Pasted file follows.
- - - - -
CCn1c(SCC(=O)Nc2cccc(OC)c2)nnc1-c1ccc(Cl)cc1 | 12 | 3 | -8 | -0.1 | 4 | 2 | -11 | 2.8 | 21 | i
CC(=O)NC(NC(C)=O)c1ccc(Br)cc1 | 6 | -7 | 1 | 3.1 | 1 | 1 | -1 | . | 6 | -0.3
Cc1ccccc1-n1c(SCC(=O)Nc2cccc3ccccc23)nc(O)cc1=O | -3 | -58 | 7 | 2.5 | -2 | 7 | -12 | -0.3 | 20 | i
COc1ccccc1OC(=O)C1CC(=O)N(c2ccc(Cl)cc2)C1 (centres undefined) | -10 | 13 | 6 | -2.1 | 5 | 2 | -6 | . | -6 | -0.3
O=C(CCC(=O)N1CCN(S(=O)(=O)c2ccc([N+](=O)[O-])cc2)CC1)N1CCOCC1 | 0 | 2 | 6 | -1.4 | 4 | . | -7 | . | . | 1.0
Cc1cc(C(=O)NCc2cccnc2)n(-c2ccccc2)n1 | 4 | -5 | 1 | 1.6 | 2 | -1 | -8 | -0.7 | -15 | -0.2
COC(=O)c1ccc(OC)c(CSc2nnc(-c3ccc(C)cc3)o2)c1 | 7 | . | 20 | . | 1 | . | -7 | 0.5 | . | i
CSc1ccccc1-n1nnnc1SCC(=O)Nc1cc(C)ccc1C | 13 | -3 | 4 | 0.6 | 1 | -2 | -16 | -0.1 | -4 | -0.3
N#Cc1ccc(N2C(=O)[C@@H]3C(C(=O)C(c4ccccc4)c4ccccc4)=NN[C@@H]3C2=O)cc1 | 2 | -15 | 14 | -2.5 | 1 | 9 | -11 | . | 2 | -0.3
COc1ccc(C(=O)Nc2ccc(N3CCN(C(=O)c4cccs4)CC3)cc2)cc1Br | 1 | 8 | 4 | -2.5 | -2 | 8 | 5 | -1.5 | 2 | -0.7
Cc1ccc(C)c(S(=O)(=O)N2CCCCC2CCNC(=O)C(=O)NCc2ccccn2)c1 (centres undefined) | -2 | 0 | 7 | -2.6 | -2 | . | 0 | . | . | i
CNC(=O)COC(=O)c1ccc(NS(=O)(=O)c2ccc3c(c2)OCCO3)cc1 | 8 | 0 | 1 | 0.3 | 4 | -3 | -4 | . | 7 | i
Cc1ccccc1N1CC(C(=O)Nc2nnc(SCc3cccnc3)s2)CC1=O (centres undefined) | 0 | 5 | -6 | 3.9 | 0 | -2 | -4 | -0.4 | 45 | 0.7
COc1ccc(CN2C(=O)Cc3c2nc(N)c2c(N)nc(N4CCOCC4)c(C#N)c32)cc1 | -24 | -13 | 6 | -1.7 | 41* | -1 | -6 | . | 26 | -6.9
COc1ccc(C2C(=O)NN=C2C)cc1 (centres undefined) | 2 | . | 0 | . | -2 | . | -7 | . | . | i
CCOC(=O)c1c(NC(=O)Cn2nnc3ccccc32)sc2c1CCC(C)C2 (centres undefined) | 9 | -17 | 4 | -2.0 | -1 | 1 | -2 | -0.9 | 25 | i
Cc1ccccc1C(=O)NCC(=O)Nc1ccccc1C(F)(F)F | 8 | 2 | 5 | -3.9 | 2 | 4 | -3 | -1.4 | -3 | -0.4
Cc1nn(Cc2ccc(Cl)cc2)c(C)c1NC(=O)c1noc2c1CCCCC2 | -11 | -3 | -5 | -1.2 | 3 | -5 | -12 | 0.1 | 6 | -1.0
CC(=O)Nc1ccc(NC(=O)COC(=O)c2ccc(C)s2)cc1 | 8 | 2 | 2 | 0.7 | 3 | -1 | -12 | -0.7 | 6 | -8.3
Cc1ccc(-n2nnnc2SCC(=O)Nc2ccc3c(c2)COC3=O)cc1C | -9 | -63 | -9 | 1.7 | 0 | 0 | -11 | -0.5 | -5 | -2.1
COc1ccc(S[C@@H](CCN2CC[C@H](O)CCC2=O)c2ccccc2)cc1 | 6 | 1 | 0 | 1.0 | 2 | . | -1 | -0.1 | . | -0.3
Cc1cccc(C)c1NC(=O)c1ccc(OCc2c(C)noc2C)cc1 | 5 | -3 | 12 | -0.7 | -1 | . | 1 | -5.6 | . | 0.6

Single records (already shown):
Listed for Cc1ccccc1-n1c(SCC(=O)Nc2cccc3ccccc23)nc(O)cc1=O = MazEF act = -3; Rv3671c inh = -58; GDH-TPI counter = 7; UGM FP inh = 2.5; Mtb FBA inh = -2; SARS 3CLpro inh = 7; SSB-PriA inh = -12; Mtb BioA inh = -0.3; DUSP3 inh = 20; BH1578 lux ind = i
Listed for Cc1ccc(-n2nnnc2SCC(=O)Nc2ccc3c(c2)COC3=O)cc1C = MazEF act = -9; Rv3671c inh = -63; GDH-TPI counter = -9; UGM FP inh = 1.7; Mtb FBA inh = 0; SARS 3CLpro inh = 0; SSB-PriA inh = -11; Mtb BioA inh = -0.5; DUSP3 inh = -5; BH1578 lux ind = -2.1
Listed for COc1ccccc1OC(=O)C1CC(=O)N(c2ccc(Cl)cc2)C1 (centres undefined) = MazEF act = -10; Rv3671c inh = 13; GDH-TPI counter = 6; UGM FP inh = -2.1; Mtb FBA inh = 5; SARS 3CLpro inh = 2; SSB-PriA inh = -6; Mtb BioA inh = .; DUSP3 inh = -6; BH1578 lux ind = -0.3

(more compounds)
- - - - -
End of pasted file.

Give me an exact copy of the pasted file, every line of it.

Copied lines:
CCn1c(SCC(=O)Nc2cccc(OC)c2)nnc1-c1ccc(Cl)cc1 | 12 | 3 | -8 | -0.1 | 4 | 2 | -11 | 2.8 | 21 | i
CC(=O)NC(NC(C)=O)c1ccc(Br)cc1 | 6 | -7 | 1 | 3.1 | 1 | 1 | -1 | . | 6 | -0.3
Cc1ccccc1-n1c(SCC(=O)Nc2cccc3ccccc23)nc(O)cc1=O | -3 | -58 | 7 | 2.5 | -2 | 7 | -12 | -0.3 | 20 | i
COc1ccccc1OC(=O)C1CC(=O)N(c2ccc(Cl)cc2)C1 (centres undefined) | -10 | 13 | 6 | -2.1 | 5 | 2 | -6 | . | -6 | -0.3
O=C(CCC(=O)N1CCN(S(=O)(=O)c2ccc([N+](=O)[O-])cc2)CC1)N1CCOCC1 | 0 | 2 | 6 | -1.4 | 4 | . | -7 | . | . | 1.0
Cc1cc(C(=O)NCc2cccnc2)n(-c2ccccc2)n1 | 4 | -5 | 1 | 1.6 | 2 | -1 | -8 | -0.7 | -15 | -0.2
COC(=O)c1ccc(OC)c(CSc2nnc(-c3ccc(C)cc3)o2)c1 | 7 | . | 20 | . | 1 | . | -7 | 0.5 | . | i
CSc1ccccc1-n1nnnc1SCC(=O)Nc1cc(C)ccc1C | 13 | -3 | 4 | 0.6 | 1 | -2 | -16 | -0.1 | -4 | -0.3
N#Cc1ccc(N2C(=O)[C@@H]3C(C(=O)C(c4ccccc4)c4ccccc4)=NN[C@@H]3C2=O)cc1 | 2 | -15 | 14 | -2.5 | 1 | 9 | -11 | . | 2 | -0.3
COc1ccc(C(=O)Nc2ccc(N3CCN(C(=O)c4cccs4)CC3)cc2)cc1Br | 1 | 8 | 4 | -2.5 | -2 | 8 | 5 | -1.5 | 2 | -0.7
Cc1ccc(C)c(S(=O)(=O)N2CCCCC2CCNC(=O)C(=O)NCc2ccccn2)c1 (centres undefined) | -2 | 0 | 7 | -2.6 | -2 | . | 0 | . | . | i
CNC(=O)COC(=O)c1ccc(NS(=O)(=O)c2ccc3c(c2)OCCO3)cc1 | 8 | 0 | 1 | 0.3 | 4 | -3 | -4 | . | 7 | i
Cc1ccccc1N1CC(C(=O)Nc2nnc(SCc3cccnc3)s2)CC1=O (centres undefined) | 0 | 5 | -6 | 3.9 | 0 | -2 | -4 | -0.4 | 45 | 0.7
COc1ccc(CN2C(=O)Cc3c2nc(N)c2c(N)nc(N4CCOCC4)c(C#N)c32)cc1 | -24 | -13 | 6 | -1.7 | 41* | -1 | -6 | . | 26 | -6.9
COc1ccc(C2C(=O)NN=C2C)cc1 (centres undefined) | 2 | . | 0 | . | -2 | . | -7 | . | . | i
CCOC(=O)c1c(NC(=O)Cn2nnc3ccccc32)sc2c1CCC(C)C2 (centres undefined) | 9 | -17 | 4 | -2.0 | -1 | 1 | -2 | -0.9 | 25 | i
Cc1ccccc1C(=O)NCC(=O)Nc1ccccc1C(F)(F)F | 8 | 2 | 5 | -3.9 | 2 | 4 | -3 | -1.4 | -3 | -0.4
Cc1nn(Cc2ccc(Cl)cc2)c(C)c1NC(=O)c1noc2c1CCCCC2 | -11 | -3 | -5 | -1.2 | 3 | -5 | -12 | 0.1 | 6 | -1.0
CC(=O)Nc1ccc(NC(=O)COC(=O)c2ccc(C)s2)cc1 | 8 | 2 | 2 | 0.7 | 3 | -1 | -12 | -0.7 | 6 | -8.3
Cc1ccc(-n2nnnc2SCC(=O)Nc2ccc3c(c2)COC3=O)cc1C | -9 | -63 | -9 | 1.7 | 0 | 0 | -11 | -0.5 | -5 | -2.1
COc1ccc(S[C@@H](CCN2CC[C@H](O)CCC2=O)c2ccccc2)cc1 | 6 | 1 | 0 | 1.0 | 2 | . | -1 | -0.1 | . | -0.3
Cc1cccc(C)c1NC(=O)c1ccc(OCc2c(C)noc2C)cc1 | 5 | -3 | 12 | -0.7 | -1 | . | 1 | -5.6 | . | 0.6

Single records (already shown):
Listed for Cc1ccccc1-n1c(SCC(=O)Nc2cccc3ccccc23)nc(O)cc1=O = MazEF act = -3; Rv3671c inh = -58; GDH-TPI counter = 7; UGM FP inh = 2.5; Mtb FBA inh = -2; SARS 3CLpro inh = 7; SSB-PriA inh = -12; Mtb BioA inh = -0.3; DUSP3 inh = 20; BH1578 lux ind = i
Listed for Cc1ccc(-n2nnnc2SCC(=O)Nc2ccc3c(c2)COC3=O)cc1C = MazEF act = -9; Rv3671c inh = -63; GDH-TPI counter = -9; UGM FP inh = 1.7; Mtb FBA inh = 0; SARS 3CLpro inh = 0; SSB-PriA inh = -11; Mtb BioA inh = -0.5; DUSP3 inh = -5; BH1578 lux ind = -2.1
Listed for COc1ccccc1OC(=O)C1CC(=O)N(c2ccc(Cl)cc2)C1 (centres undefined) = MazEF act = -10; Rv3671c inh = 13; GDH-TPI counter = 6; UGM FP inh = -2.1; Mtb FBA inh = 5; SARS 3CLpro inh = 2; SSB-PriA inh = -6; Mtb BioA inh = .; DUSP3 inh = -6; BH1578 lux ind = -0.3

(more compounds)